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Activity: Organizing the Elements
NGSS Science and Engineering Practices
NGSS Crosscutting Concepts
NGSS Disciplinary Core Ideas


  • Three sets of element cards
    • Set A
    • Set B
    • Set C
  • Colored pencils, pens, or markers (optional)
  • Tape (optional)
  • Large sheet of paper (optional)




  1. Start with Set A. Working with your group, decide how to organize the elements in a way that is more than just a list. To help you develop your organizational system, you may choose to write on the cards with colored pencils, pens, or markers.
  2. As you organize the elements, keep in mind the following questions:
    1. How are you organizing the elements?
    2. What is your starting point and why?
    3. What is your stopping point and why?
    4. Is there anything that does not seem to fit? Why?
    5. Is there anything that you think is missing? Why?
  3. Record your final organization of Set A of the elements.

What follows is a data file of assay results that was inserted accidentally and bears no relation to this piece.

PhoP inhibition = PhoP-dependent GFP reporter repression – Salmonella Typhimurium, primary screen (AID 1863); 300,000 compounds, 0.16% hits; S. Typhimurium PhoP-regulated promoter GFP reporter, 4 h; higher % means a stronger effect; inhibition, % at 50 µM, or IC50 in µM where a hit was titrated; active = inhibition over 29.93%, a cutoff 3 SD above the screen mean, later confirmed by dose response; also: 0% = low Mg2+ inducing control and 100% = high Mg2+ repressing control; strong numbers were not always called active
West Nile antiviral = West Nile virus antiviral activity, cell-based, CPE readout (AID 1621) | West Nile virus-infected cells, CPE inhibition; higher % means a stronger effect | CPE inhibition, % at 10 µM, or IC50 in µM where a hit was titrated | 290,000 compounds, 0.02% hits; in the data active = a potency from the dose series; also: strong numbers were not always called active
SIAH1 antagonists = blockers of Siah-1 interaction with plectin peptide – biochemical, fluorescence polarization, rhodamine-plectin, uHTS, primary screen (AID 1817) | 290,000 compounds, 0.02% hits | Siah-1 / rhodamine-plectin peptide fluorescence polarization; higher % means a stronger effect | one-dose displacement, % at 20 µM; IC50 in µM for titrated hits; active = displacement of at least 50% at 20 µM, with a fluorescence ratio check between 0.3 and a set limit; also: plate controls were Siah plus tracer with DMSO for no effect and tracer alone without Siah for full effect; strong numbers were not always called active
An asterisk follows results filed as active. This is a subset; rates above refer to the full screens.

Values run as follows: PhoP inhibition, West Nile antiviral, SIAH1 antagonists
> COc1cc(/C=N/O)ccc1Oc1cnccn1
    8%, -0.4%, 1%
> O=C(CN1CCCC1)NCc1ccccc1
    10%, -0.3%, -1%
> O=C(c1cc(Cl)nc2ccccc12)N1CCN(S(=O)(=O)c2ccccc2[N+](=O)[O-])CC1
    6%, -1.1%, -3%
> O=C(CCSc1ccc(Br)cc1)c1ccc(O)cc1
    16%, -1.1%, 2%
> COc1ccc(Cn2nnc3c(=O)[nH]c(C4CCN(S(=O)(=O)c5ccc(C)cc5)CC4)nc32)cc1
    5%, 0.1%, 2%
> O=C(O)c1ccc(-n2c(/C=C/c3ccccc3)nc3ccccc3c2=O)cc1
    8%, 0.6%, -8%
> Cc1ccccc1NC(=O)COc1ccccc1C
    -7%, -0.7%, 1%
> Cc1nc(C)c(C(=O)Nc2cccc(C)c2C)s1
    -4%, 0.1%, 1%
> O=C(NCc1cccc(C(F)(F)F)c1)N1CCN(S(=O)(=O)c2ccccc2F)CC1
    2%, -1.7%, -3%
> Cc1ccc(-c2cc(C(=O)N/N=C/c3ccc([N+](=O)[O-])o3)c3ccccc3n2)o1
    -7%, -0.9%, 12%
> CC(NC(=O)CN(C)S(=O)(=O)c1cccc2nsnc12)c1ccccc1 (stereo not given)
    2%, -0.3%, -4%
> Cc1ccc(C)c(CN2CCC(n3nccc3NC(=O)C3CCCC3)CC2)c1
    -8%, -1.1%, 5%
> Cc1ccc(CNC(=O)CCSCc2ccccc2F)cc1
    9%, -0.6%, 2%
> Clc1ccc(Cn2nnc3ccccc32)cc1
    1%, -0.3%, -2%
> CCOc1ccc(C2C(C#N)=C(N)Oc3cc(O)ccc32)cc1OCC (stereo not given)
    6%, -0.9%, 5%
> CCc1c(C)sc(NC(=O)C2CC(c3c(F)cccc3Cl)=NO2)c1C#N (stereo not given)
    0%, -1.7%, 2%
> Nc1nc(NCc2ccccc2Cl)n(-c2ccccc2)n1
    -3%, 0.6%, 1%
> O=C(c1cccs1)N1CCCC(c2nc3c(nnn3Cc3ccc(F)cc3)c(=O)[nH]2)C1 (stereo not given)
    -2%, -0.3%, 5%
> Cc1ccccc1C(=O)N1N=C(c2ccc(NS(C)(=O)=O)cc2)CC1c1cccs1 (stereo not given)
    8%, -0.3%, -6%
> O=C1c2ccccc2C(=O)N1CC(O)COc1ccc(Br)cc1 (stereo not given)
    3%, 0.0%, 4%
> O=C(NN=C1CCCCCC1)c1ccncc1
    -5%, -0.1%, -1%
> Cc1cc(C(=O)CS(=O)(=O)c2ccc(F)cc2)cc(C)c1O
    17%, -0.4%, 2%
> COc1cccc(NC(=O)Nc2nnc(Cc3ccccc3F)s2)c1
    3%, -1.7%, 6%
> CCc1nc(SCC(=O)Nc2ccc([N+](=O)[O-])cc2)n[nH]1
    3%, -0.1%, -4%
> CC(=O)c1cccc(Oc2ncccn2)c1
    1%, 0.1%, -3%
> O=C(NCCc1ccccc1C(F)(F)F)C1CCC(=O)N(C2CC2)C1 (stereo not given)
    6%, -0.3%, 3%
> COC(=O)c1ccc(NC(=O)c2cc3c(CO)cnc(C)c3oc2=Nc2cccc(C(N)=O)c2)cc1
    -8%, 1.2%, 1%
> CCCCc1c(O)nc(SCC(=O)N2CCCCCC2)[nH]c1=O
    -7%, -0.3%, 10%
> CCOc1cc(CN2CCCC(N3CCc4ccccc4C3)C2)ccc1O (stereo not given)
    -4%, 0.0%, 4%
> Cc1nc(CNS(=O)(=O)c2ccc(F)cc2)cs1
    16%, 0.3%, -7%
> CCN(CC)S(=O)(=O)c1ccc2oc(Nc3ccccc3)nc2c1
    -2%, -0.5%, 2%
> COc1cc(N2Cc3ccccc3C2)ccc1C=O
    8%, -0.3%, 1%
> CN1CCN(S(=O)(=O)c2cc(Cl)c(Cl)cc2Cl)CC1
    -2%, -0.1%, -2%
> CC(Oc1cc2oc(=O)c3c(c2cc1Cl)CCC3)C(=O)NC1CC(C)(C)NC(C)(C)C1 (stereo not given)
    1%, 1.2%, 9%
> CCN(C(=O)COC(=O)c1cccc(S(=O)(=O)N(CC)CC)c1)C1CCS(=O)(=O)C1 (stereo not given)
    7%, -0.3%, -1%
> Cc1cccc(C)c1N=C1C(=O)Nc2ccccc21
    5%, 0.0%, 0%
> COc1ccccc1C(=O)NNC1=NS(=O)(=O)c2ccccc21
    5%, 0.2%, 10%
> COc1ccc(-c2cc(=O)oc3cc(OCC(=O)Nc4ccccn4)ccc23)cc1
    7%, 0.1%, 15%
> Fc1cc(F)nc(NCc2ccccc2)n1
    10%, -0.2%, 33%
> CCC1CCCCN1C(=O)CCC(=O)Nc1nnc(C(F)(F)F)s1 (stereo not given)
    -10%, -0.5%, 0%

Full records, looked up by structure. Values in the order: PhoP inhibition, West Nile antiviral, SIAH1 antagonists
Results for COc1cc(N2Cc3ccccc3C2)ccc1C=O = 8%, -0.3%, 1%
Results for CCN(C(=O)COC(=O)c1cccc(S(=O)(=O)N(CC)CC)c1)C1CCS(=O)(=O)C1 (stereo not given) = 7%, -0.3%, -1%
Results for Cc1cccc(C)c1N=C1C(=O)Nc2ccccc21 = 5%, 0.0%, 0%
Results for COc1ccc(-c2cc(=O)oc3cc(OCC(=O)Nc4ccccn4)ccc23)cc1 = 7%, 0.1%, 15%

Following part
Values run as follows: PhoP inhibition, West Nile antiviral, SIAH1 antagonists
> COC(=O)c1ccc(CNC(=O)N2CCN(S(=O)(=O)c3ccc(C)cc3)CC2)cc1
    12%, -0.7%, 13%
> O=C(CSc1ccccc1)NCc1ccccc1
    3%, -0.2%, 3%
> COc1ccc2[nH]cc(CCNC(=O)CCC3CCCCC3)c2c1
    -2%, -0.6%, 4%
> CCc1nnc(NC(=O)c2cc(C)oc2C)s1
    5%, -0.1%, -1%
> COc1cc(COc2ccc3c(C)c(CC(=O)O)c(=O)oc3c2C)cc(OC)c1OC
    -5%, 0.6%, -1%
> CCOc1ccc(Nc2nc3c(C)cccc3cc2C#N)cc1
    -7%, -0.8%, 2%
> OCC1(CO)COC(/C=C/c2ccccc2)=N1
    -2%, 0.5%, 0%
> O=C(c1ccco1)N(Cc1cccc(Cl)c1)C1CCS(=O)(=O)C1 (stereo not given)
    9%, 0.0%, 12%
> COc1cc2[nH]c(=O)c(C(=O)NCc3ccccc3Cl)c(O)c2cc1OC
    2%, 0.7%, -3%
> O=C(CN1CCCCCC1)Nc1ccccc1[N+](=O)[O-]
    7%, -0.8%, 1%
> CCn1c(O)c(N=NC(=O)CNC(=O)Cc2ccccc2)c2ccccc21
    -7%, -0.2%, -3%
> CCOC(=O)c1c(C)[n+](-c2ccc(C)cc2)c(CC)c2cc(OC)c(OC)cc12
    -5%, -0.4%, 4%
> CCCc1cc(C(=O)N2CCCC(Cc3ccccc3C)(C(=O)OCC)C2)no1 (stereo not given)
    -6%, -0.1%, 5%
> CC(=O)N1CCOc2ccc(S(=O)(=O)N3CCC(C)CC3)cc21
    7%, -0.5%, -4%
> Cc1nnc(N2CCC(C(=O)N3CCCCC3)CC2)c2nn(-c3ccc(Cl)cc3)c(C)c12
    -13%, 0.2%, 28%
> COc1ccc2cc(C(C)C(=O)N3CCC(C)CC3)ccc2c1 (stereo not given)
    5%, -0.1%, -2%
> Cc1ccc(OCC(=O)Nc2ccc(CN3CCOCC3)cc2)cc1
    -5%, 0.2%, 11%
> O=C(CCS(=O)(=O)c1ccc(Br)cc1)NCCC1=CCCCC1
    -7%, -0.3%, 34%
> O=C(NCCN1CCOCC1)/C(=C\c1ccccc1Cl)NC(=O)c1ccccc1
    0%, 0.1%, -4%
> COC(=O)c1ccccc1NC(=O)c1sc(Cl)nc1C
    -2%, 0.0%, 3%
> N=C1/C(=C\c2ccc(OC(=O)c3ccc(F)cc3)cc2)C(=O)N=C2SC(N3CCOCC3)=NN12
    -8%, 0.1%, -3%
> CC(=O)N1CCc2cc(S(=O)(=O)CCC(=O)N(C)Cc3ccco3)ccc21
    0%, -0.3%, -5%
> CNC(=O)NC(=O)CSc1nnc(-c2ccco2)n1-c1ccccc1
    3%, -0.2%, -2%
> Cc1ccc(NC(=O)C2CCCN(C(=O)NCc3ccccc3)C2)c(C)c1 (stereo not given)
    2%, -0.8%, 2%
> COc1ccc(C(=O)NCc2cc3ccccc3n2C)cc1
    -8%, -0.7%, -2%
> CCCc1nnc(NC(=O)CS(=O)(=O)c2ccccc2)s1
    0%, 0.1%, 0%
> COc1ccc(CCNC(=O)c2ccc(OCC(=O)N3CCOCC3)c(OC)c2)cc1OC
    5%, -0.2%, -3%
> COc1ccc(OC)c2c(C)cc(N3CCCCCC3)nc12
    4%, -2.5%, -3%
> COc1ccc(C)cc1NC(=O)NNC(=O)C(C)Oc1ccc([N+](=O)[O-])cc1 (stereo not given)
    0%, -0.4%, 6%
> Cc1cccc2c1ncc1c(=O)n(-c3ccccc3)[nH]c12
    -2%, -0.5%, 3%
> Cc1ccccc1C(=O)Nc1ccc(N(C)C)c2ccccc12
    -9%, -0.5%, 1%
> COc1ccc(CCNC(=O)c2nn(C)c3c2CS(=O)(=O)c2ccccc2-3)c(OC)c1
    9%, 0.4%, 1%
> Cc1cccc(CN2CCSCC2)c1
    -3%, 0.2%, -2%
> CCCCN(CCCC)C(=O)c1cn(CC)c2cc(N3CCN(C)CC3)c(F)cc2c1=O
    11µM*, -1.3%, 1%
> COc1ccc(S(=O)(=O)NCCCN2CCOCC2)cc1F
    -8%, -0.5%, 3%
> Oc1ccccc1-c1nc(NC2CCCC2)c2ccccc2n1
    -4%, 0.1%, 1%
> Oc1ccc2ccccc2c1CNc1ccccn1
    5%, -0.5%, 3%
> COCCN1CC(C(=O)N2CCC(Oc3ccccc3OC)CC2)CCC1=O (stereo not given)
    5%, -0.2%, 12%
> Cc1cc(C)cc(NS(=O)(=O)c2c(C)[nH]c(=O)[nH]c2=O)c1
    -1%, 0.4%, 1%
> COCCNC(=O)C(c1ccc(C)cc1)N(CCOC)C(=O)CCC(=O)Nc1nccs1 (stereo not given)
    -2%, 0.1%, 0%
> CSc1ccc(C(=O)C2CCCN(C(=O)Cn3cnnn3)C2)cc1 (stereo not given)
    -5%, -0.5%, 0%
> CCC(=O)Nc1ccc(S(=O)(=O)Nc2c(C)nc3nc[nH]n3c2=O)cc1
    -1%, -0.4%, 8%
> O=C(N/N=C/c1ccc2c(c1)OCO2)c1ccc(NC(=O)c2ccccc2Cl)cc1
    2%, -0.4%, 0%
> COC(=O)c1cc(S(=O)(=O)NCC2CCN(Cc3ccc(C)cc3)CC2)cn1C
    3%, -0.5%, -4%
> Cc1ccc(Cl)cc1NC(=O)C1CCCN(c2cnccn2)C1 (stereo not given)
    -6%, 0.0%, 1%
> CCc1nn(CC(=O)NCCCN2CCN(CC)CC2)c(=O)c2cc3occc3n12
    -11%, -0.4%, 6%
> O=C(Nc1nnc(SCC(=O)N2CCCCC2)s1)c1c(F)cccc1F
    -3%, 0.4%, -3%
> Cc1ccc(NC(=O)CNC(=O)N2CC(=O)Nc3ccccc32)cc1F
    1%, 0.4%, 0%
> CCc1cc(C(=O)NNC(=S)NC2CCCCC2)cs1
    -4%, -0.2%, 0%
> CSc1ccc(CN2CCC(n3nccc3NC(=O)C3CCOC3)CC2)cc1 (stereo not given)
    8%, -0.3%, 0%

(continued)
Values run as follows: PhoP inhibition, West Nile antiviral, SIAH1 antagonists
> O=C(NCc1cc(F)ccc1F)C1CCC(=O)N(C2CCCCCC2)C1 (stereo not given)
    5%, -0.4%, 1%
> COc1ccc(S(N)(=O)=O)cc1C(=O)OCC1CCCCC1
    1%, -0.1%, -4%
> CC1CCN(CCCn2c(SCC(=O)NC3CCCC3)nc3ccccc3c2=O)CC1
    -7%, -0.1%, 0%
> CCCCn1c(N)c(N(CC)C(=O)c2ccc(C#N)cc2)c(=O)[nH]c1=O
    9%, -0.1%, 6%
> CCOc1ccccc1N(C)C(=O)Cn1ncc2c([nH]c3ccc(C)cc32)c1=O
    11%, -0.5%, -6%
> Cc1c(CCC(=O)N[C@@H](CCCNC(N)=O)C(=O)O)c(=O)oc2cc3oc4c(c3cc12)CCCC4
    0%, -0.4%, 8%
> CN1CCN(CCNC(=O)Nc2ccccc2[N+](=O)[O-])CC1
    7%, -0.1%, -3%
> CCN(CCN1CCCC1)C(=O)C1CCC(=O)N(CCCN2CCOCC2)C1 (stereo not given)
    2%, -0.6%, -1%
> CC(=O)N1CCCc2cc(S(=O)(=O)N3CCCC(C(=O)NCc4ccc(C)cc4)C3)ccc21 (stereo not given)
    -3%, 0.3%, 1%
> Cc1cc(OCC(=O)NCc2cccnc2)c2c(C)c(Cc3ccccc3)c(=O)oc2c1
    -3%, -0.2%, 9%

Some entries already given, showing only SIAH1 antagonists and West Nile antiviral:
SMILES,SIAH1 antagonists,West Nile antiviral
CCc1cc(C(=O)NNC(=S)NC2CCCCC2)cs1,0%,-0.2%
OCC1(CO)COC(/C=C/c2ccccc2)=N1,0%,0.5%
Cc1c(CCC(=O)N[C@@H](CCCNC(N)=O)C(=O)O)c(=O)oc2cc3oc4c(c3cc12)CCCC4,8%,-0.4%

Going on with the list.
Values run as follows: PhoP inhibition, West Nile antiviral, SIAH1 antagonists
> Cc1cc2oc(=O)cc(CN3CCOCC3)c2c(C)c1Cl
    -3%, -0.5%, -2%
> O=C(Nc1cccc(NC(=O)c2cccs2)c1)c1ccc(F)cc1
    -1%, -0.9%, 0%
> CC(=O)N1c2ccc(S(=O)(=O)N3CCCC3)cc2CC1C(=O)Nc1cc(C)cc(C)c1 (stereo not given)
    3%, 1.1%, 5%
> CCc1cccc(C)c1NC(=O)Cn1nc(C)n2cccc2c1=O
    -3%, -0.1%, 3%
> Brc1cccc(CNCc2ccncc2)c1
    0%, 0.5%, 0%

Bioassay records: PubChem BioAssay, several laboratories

4. Continue with Set B. Repeat teps 2 and 3 with both Sets A and B.
  5. Continue with Set C. Repeat steps 2 and 3, with all three sets.
  6. Record your final organization of Sets A, B, and C of the elements.
  7. (Optional) Tape your final organization of the elements onto a large piece of paper.
  8. Share your group’s organization with the class.


Activity Questions
  1. What was your primary, or first, level of organization of the elements?
  2. What were your secondary, or second, levels of organization?
  3. What did you observe as you organized the elements? What did you observe as you added new sets of elements?
  4. When something did not seem to fit, what did you do?
  5. When something was missing, what did you do?
  6. Compare your group’s organization of the elements to that of the other groups in your class. What was similar among the different organization systems? What was unique?
  7. How would you define a metal?
  8. How would you define a nonmetal?
  9. Compare your organization system to the modern periodic table (Figure 2.7). How is your system similar? How is your system different?
Exploring Our Fluid Earth, a product of the Curriculum Research & Development Group (CRDG), College of Education. University of Hawaii, 2011. This document may be freely reproduced and distributed for non-profit educational purposes.